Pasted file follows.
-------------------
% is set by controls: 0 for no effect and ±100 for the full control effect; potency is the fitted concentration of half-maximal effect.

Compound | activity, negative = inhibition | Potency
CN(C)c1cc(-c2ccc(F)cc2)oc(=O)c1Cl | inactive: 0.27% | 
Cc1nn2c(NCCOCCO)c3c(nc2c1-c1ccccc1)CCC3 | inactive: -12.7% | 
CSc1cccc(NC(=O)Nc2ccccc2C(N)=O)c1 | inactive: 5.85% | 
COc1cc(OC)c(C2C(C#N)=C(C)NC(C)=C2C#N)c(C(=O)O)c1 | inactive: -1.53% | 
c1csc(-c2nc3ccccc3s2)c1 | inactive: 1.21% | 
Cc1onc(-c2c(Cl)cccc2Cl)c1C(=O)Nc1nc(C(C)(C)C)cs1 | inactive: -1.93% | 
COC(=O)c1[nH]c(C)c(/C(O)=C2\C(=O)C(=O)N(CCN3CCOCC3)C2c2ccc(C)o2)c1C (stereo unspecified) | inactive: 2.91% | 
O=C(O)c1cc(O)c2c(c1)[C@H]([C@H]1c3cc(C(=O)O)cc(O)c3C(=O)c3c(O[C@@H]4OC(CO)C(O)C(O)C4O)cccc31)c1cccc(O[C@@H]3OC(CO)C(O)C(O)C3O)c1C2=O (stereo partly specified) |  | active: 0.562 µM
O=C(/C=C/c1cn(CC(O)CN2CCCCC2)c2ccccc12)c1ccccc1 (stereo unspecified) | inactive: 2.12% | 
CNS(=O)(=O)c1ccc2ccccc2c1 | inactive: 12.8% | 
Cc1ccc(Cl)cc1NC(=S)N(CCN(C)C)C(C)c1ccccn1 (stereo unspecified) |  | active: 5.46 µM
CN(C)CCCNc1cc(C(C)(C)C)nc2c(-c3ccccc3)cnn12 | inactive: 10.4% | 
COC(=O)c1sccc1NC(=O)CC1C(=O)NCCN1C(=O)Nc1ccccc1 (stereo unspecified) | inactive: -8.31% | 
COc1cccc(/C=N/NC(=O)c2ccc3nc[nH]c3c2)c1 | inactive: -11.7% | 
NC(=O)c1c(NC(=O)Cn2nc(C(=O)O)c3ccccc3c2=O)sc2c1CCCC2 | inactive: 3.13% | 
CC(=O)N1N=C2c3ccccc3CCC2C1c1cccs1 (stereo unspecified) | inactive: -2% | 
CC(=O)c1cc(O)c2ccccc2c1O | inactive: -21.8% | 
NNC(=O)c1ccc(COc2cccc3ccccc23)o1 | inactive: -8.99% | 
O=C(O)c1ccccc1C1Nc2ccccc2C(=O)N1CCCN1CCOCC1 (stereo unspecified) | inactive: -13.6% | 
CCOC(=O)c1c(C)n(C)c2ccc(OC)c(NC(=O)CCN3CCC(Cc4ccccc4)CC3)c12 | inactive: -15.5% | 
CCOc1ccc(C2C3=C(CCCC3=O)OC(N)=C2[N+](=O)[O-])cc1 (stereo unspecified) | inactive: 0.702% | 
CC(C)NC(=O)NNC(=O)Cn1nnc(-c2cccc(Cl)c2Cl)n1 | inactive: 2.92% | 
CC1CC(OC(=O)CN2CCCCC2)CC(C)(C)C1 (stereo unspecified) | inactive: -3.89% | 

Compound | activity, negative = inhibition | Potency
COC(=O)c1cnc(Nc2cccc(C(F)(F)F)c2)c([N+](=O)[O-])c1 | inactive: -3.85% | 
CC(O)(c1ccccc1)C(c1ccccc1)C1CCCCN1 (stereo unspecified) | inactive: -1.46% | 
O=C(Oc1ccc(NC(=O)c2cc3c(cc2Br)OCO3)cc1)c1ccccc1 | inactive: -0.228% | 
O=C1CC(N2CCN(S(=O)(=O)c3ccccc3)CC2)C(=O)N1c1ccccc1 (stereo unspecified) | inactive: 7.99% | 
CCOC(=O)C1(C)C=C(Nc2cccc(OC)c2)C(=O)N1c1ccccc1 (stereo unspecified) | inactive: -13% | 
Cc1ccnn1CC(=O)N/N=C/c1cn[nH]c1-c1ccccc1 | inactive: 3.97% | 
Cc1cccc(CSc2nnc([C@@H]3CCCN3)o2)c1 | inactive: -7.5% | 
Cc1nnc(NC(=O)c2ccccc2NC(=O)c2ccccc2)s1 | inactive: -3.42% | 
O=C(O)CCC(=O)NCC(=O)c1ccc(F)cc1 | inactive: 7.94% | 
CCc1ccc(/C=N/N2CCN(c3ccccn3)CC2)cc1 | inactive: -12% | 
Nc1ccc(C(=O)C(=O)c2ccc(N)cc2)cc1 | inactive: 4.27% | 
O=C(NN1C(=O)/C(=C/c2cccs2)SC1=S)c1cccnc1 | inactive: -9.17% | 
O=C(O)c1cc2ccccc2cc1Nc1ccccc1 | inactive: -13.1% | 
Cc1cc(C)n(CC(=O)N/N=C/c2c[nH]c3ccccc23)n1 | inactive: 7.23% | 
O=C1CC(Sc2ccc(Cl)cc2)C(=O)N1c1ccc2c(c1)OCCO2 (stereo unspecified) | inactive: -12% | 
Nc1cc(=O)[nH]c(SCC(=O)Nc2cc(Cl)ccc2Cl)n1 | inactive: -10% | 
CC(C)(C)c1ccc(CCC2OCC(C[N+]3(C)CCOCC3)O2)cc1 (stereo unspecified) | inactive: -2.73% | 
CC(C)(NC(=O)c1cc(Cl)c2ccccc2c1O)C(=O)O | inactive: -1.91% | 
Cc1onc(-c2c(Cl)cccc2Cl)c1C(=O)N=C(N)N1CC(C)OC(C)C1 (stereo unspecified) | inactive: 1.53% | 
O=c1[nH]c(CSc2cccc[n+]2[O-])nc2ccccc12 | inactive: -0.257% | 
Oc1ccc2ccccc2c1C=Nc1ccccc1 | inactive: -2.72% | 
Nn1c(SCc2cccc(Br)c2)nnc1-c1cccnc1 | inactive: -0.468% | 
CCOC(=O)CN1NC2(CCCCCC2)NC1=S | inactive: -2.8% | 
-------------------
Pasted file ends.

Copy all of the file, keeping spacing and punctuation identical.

% is set by controls: 0 for no effect and ±100 for the full control effect; potency is the fitted concentration of half-maximal effect.

Compound | activity, negative = inhibition | Potency
CN(C)c1cc(-c2ccc(F)cc2)oc(=O)c1Cl | inactive: 0.27% | 
Cc1nn2c(NCCOCCO)c3c(nc2c1-c1ccccc1)CCC3 | inactive: -12.7% | 
CSc1cccc(NC(=O)Nc2ccccc2C(N)=O)c1 | inactive: 5.85% | 
COc1cc(OC)c(C2C(C#N)=C(C)NC(C)=C2C#N)c(C(=O)O)c1 | inactive: -1.53% | 
c1csc(-c2nc3ccccc3s2)c1 | inactive: 1.21% | 
Cc1onc(-c2c(Cl)cccc2Cl)c1C(=O)Nc1nc(C(C)(C)C)cs1 | inactive: -1.93% | 
COC(=O)c1[nH]c(C)c(/C(O)=C2\C(=O)C(=O)N(CCN3CCOCC3)C2c2ccc(C)o2)c1C (stereo unspecified) | inactive: 2.91% | 
O=C(O)c1cc(O)c2c(c1)[C@H]([C@H]1c3cc(C(=O)O)cc(O)c3C(=O)c3c(O[C@@H]4OC(CO)C(O)C(O)C4O)cccc31)c1cccc(O[C@@H]3OC(CO)C(O)C(O)C3O)c1C2=O (stereo partly specified) |  | active: 0.562 µM
O=C(/C=C/c1cn(CC(O)CN2CCCCC2)c2ccccc12)c1ccccc1 (stereo unspecified) | inactive: 2.12% | 
CNS(=O)(=O)c1ccc2ccccc2c1 | inactive: 12.8% | 
Cc1ccc(Cl)cc1NC(=S)N(CCN(C)C)C(C)c1ccccn1 (stereo unspecified) |  | active: 5.46 µM
CN(C)CCCNc1cc(C(C)(C)C)nc2c(-c3ccccc3)cnn12 | inactive: 10.4% | 
COC(=O)c1sccc1NC(=O)CC1C(=O)NCCN1C(=O)Nc1ccccc1 (stereo unspecified) | inactive: -8.31% | 
COc1cccc(/C=N/NC(=O)c2ccc3nc[nH]c3c2)c1 | inactive: -11.7% | 
NC(=O)c1c(NC(=O)Cn2nc(C(=O)O)c3ccccc3c2=O)sc2c1CCCC2 | inactive: 3.13% | 
CC(=O)N1N=C2c3ccccc3CCC2C1c1cccs1 (stereo unspecified) | inactive: -2% | 
CC(=O)c1cc(O)c2ccccc2c1O | inactive: -21.8% | 
NNC(=O)c1ccc(COc2cccc3ccccc23)o1 | inactive: -8.99% | 
O=C(O)c1ccccc1C1Nc2ccccc2C(=O)N1CCCN1CCOCC1 (stereo unspecified) | inactive: -13.6% | 
CCOC(=O)c1c(C)n(C)c2ccc(OC)c(NC(=O)CCN3CCC(Cc4ccccc4)CC3)c12 | inactive: -15.5% | 
CCOc1ccc(C2C3=C(CCCC3=O)OC(N)=C2[N+](=O)[O-])cc1 (stereo unspecified) | inactive: 0.702% | 
CC(C)NC(=O)NNC(=O)Cn1nnc(-c2cccc(Cl)c2Cl)n1 | inactive: 2.92% | 
CC1CC(OC(=O)CN2CCCCC2)CC(C)(C)C1 (stereo unspecified) | inactive: -3.89% | 

Compound | activity, negative = inhibition | Potency
COC(=O)c1cnc(Nc2cccc(C(F)(F)F)c2)c([N+](=O)[O-])c1 | inactive: -3.85% | 
CC(O)(c1ccccc1)C(c1ccccc1)C1CCCCN1 (stereo unspecified) | inactive: -1.46% | 
O=C(Oc1ccc(NC(=O)c2cc3c(cc2Br)OCO3)cc1)c1ccccc1 | inactive: -0.228% | 
O=C1CC(N2CCN(S(=O)(=O)c3ccccc3)CC2)C(=O)N1c1ccccc1 (stereo unspecified) | inactive: 7.99% | 
CCOC(=O)C1(C)C=C(Nc2cccc(OC)c2)C(=O)N1c1ccccc1 (stereo unspecified) | inactive: -13% | 
Cc1ccnn1CC(=O)N/N=C/c1cn[nH]c1-c1ccccc1 | inactive: 3.97% | 
Cc1cccc(CSc2nnc([C@@H]3CCCN3)o2)c1 | inactive: -7.5% | 
Cc1nnc(NC(=O)c2ccccc2NC(=O)c2ccccc2)s1 | inactive: -3.42% | 
O=C(O)CCC(=O)NCC(=O)c1ccc(F)cc1 | inactive: 7.94% | 
CCc1ccc(/C=N/N2CCN(c3ccccn3)CC2)cc1 | inactive: -12% | 
Nc1ccc(C(=O)C(=O)c2ccc(N)cc2)cc1 | inactive: 4.27% | 
O=C(NN1C(=O)/C(=C/c2cccs2)SC1=S)c1cccnc1 | inactive: -9.17% | 
O=C(O)c1cc2ccccc2cc1Nc1ccccc1 | inactive: -13.1% | 
Cc1cc(C)n(CC(=O)N/N=C/c2c[nH]c3ccccc23)n1 | inactive: 7.23% | 
O=C1CC(Sc2ccc(Cl)cc2)C(=O)N1c1ccc2c(c1)OCCO2 (stereo unspecified) | inactive: -12% | 
Nc1cc(=O)[nH]c(SCC(=O)Nc2cc(Cl)ccc2Cl)n1 | inactive: -10% | 
CC(C)(C)c1ccc(CCC2OCC(C[N+]3(C)CCOCC3)O2)cc1 (stereo unspecified) | inactive: -2.73% | 
CC(C)(NC(=O)c1cc(Cl)c2ccccc2c1O)C(=O)O | inactive: -1.91% | 
Cc1onc(-c2c(Cl)cccc2Cl)c1C(=O)N=C(N)N1CC(C)OC(C)C1 (stereo unspecified) | inactive: 1.53% | 
O=c1[nH]c(CSc2cccc[n+]2[O-])nc2ccccc12 | inactive: -0.257% | 
Oc1ccc2ccccc2c1C=Nc1ccccc1 | inactive: -2.72% | 
Nn1c(SCc2cccc(Br)c2)nnc1-c1cccnc1 | inactive: -0.468% | 
CCOC(=O)CN1NC2(CCCCCC2)NC1=S | inactive: -2.8% | 